This needs some explanation.  In 1966, Bresson was interviewed by Jean-Luc Godard and Michel Delahaye in Cahiers du Cinema. Towards the end of this lengthy conversation, there is one very notable exchange.  Delahaye says, “In your mind the world seems condemned.”  Godard then jumps in with a very Godardian intervention: “Exactly.  Pascal is an Inquisitor.”  To this Bresson calmly and courteously replies: “Pascal is particularly important for me, but then he is important for everyone.”  So, now you know.
Reading the interview again 10 years ago, I wondered what this was all about.  Pascal is an extraordinary figure in the history of France, of philosophy, even of mathematics.  I had a look at his Complete Works, and came across an essay entitled Écrits sur grâce (‘Essays on Grace’), which immediately seemed to turn a searchlight on Un Condamné.  It seems to be a theological essay, but it is as much philosophical, dealing as it does with the question of free will.  He describes Calvinism, in which all mankind is predestined by God for either salvation or condemnation, for either heaven or hell, as a repugnant idea (he uses the word insupportable) on the grounds that there is no allowance for the operation of free will or choice by humans.  Pascal then contrasts this idea with an Augustinian doctrine of much greater complexity. As with Calvin, Pascal says the world is under judgment; indeed, he agrees that some people are saved by the will of God.  But he then diverges radically by arguing that the remainder can join the elect who are saved if they persevere in seeking redemption, and can experience the grace that effects redemption, the grace without which they do not will their own salvation.  In effect, God wills absolutely to save some people, and wills conditionally to condemn others. Salvation comes from the will of God and condemnation from the will of man.  So, to be saved, we need to help ourselves.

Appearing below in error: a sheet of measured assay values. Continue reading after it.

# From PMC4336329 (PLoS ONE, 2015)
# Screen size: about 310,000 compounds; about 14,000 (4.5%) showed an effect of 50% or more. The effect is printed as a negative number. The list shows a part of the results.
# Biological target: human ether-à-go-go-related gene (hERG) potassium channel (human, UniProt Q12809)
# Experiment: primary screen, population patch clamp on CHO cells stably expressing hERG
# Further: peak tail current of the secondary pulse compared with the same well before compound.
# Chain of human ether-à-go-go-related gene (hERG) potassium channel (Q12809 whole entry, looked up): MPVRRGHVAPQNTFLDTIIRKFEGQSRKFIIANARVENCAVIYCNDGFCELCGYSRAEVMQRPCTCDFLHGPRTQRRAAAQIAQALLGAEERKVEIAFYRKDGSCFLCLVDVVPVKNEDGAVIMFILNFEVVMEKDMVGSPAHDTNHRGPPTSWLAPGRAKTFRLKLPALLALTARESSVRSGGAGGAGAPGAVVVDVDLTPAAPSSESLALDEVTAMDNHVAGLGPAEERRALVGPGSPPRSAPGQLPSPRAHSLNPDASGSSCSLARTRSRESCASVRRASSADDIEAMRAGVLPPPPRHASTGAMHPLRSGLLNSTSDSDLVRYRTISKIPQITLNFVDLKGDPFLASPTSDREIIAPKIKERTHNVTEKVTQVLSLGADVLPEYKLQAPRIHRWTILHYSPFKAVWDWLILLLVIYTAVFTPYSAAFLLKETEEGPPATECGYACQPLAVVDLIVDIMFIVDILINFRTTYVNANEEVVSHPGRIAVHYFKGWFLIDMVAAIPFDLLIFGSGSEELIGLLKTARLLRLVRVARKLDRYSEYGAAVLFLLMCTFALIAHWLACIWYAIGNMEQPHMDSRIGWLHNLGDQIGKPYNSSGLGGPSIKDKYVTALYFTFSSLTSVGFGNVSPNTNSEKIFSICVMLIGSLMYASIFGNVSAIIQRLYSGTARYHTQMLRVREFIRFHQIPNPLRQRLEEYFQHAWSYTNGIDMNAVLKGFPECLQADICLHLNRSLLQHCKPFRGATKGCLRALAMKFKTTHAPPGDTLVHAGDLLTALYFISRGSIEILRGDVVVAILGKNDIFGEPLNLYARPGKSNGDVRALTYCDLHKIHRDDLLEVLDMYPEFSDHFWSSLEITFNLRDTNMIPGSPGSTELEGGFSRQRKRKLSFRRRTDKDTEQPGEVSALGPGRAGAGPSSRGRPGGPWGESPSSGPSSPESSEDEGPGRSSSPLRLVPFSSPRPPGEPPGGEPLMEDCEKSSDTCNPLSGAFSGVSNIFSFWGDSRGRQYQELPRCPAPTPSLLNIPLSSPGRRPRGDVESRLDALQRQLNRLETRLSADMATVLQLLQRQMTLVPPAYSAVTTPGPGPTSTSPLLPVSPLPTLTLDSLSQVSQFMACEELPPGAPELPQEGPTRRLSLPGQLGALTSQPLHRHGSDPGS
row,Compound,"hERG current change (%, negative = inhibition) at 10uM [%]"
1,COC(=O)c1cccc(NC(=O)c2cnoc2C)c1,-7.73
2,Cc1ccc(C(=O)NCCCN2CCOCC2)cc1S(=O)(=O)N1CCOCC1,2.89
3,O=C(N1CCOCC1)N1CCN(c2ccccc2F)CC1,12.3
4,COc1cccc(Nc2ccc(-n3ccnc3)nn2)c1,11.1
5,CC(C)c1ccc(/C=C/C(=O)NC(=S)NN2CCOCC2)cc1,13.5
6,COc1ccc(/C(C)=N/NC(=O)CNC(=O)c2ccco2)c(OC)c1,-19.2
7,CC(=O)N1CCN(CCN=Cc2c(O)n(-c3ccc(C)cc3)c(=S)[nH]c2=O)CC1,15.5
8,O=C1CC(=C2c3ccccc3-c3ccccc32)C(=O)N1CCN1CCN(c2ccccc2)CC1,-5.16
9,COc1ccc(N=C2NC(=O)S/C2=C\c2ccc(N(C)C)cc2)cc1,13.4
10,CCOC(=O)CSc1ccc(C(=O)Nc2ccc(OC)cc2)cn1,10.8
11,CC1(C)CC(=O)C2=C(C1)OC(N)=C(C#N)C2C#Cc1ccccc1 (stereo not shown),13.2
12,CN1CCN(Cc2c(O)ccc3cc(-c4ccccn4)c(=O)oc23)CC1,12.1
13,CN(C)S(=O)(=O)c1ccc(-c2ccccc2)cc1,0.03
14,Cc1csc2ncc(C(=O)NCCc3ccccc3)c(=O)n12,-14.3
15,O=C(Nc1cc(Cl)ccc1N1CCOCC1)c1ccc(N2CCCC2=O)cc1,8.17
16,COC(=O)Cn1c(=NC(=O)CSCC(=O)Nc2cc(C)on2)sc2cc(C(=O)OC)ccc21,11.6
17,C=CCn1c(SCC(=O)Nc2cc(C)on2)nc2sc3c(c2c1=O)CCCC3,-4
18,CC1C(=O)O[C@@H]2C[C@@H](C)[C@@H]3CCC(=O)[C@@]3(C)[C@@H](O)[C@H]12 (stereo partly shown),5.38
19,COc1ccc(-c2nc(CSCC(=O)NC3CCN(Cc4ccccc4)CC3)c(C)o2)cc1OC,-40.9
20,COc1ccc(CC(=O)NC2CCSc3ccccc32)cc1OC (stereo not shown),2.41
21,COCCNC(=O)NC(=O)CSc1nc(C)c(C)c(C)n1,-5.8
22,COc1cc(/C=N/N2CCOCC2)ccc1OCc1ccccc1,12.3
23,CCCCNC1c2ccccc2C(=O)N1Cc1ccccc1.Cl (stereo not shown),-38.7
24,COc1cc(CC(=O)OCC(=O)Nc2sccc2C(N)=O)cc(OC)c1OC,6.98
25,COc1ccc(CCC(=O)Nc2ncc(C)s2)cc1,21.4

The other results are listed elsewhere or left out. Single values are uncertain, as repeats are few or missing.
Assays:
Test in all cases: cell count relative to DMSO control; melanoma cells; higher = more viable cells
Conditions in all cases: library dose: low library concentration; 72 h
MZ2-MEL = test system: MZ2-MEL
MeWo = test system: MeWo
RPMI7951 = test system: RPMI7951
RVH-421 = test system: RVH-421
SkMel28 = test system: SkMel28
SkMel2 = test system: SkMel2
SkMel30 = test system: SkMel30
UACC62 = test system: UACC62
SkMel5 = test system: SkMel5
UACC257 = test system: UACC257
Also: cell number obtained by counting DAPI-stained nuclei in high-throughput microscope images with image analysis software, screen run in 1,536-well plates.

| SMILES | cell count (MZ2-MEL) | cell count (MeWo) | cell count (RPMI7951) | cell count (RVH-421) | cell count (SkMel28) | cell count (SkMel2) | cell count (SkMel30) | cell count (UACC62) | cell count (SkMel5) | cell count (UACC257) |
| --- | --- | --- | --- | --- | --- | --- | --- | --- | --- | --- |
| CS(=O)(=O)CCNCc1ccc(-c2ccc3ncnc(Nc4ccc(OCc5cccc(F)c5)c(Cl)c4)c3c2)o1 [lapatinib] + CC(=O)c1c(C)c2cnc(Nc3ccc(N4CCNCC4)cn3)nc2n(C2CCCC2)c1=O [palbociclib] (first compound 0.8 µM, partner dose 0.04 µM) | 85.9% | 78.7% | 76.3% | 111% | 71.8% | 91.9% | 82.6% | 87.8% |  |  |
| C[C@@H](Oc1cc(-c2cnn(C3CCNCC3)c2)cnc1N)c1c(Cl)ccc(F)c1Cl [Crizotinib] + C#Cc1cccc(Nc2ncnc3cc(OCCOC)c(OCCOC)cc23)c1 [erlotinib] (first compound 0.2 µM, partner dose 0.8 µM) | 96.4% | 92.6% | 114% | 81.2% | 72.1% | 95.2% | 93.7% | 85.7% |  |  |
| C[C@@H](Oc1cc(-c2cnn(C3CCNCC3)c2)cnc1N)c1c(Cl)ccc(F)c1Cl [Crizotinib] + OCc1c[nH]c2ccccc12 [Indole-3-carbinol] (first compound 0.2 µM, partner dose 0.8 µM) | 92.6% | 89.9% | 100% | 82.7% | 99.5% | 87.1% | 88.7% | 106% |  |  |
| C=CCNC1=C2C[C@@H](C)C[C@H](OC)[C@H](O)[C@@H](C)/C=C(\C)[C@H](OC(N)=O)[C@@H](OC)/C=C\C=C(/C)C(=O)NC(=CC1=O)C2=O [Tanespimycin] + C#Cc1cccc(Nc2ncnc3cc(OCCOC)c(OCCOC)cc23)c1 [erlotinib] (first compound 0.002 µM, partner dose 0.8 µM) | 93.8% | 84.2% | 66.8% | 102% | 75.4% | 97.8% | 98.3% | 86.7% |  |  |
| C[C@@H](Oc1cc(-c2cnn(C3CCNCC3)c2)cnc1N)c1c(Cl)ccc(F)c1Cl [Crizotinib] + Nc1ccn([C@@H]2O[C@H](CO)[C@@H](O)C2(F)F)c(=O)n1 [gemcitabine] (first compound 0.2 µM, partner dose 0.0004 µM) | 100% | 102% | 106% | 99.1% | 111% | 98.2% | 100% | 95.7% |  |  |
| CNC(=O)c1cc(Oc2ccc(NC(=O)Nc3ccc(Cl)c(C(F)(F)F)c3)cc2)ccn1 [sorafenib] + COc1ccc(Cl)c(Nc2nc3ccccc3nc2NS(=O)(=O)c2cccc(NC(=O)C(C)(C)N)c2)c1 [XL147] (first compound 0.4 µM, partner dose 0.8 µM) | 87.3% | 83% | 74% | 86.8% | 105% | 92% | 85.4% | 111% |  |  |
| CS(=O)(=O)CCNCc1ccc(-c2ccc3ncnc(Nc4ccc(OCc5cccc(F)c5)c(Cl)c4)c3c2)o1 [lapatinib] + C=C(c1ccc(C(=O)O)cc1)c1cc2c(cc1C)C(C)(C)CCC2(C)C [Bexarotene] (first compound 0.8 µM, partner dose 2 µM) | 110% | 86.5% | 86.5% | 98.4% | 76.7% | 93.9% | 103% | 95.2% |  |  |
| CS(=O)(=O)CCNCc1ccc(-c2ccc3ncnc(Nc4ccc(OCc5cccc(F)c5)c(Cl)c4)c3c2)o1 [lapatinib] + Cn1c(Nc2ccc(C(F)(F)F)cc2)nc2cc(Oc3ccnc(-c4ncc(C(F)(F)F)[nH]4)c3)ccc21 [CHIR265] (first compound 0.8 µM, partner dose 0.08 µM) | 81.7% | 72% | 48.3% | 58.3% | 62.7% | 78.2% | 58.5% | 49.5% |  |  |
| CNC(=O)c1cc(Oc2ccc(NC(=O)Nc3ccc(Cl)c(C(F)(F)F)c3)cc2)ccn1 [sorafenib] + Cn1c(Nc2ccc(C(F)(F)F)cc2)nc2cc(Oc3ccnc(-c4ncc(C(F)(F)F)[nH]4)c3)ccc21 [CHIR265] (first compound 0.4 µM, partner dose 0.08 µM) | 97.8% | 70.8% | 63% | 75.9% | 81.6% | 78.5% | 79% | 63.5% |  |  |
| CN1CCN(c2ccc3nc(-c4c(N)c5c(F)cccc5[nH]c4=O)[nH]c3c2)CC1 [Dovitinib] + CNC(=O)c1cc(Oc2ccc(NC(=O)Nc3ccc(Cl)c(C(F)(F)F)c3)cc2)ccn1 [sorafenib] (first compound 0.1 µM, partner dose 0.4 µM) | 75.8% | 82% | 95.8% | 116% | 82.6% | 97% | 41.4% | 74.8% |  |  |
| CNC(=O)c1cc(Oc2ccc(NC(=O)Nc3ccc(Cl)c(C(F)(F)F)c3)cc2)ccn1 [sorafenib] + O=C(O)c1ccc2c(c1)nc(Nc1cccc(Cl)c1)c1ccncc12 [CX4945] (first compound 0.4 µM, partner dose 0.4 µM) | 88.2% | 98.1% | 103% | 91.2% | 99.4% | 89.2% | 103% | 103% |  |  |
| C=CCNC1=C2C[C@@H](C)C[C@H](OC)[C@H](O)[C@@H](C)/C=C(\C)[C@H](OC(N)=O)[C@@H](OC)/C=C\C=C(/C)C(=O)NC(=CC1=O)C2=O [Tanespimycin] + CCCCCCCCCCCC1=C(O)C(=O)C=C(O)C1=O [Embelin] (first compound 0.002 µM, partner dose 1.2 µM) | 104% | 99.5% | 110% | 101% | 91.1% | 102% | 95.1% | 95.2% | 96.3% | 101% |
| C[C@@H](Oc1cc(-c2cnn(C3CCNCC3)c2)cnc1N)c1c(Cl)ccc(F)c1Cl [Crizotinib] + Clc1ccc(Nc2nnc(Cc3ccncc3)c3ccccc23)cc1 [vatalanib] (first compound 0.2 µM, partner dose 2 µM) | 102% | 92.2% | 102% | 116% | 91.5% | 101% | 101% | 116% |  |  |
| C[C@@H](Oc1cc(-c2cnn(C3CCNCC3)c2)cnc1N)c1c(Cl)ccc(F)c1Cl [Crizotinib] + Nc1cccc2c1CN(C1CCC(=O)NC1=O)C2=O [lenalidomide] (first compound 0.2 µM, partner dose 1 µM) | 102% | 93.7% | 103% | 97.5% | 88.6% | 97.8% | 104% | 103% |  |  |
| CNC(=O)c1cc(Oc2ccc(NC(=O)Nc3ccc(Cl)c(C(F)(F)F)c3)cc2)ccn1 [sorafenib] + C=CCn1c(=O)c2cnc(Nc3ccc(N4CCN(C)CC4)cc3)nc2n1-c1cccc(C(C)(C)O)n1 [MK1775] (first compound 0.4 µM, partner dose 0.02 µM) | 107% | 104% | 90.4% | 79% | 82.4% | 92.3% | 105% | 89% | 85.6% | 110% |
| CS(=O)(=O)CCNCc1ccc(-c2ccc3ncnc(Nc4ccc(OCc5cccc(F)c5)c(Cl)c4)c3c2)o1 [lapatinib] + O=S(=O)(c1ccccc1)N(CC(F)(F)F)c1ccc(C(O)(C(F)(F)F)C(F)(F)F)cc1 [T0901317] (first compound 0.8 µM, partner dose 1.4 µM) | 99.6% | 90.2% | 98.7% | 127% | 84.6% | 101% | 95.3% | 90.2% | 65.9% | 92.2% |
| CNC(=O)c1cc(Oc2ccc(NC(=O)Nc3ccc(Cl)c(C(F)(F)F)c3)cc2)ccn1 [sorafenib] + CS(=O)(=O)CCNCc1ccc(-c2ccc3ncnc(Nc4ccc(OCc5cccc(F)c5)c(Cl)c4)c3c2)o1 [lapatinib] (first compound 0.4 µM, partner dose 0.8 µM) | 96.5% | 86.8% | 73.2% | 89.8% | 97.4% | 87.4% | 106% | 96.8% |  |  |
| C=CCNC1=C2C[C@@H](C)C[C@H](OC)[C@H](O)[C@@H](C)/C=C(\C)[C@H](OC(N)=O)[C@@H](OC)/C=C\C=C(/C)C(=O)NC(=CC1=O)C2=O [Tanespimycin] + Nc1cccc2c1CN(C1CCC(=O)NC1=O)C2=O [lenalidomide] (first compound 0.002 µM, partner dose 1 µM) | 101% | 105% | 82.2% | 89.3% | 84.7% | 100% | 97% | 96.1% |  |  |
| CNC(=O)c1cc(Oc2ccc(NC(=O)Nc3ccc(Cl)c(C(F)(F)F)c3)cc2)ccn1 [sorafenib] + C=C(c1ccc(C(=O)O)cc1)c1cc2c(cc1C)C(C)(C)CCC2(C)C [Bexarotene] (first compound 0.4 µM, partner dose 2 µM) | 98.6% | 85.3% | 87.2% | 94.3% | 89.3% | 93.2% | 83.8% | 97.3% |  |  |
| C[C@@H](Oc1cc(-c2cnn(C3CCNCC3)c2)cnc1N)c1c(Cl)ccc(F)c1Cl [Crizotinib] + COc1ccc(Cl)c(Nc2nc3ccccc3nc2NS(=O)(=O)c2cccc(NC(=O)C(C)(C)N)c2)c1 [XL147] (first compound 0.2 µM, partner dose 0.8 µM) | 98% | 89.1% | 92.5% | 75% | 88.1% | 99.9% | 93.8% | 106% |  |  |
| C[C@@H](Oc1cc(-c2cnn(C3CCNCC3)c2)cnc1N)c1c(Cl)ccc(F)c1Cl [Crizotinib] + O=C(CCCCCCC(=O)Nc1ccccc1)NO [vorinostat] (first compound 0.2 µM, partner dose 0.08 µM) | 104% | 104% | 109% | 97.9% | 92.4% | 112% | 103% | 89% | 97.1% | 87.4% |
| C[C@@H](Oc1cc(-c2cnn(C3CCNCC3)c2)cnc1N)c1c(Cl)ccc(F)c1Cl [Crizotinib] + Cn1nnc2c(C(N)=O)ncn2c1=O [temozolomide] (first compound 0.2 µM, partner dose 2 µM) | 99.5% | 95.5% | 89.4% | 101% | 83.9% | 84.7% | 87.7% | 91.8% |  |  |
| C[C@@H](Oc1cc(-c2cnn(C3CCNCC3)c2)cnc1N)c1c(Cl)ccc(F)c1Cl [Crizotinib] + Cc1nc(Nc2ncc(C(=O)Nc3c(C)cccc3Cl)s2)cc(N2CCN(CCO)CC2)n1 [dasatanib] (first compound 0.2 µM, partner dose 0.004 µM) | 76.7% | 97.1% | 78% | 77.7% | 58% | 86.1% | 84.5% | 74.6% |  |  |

How does this work in the film?  Fontaine exercises his will in order to achieve his escape, but to his skill, ingenuity and extraordinary perseverance, there is added the hand of God.  For example, when the jacket pockets are searched in the washroom, the German guard overlooks the jacket containing Fontaine’s escape plan written on a piece of paper.  Then there is the change of view in Blanchet imprisoned in the cell next to Fontaine, who goes from despair to hope, as if he were born again.  At a cardinal point in the film, the young Jost is placed in Fontaine’s cell.  Fontaine has to decide whether he is an informer and therefore to be eliminated, or to trust him.  He chooses to trust him, and that trust is repaid.  Are these operations of luck or chance, or the operation of miraculous grace? The way Bresson tells his story, it is the latter.
Enough metaphysics.  One final technical thought: there are four elements to Bresson’s film-making: images – obviously, and every one meticulously composed and placed in the narrative; words – few, but every one is important; music – very sparingly used, but its appearance each time is significant; and then, sounds – these are crucial in creating a picture of the world, since in prison you learn as much if not more from what you hear as from what you see.  Fontaine is standing at his cell window when he hears, and therefore we hear, the sound of a bell ringing on a tram in the road outside.  Without showing us in pictures, Bresson uses a sound to conjure up a different reality, that of the everyday normal world, and invests it with the air of heaven, for it is to that salvation that Fontaine strives to escape.
It is normal to end a talk like this with the word, ‘Enjoy’. This seems the wrong exhortation for a Bresson film.  Therefore let me say, ‘Be amazed.’ end block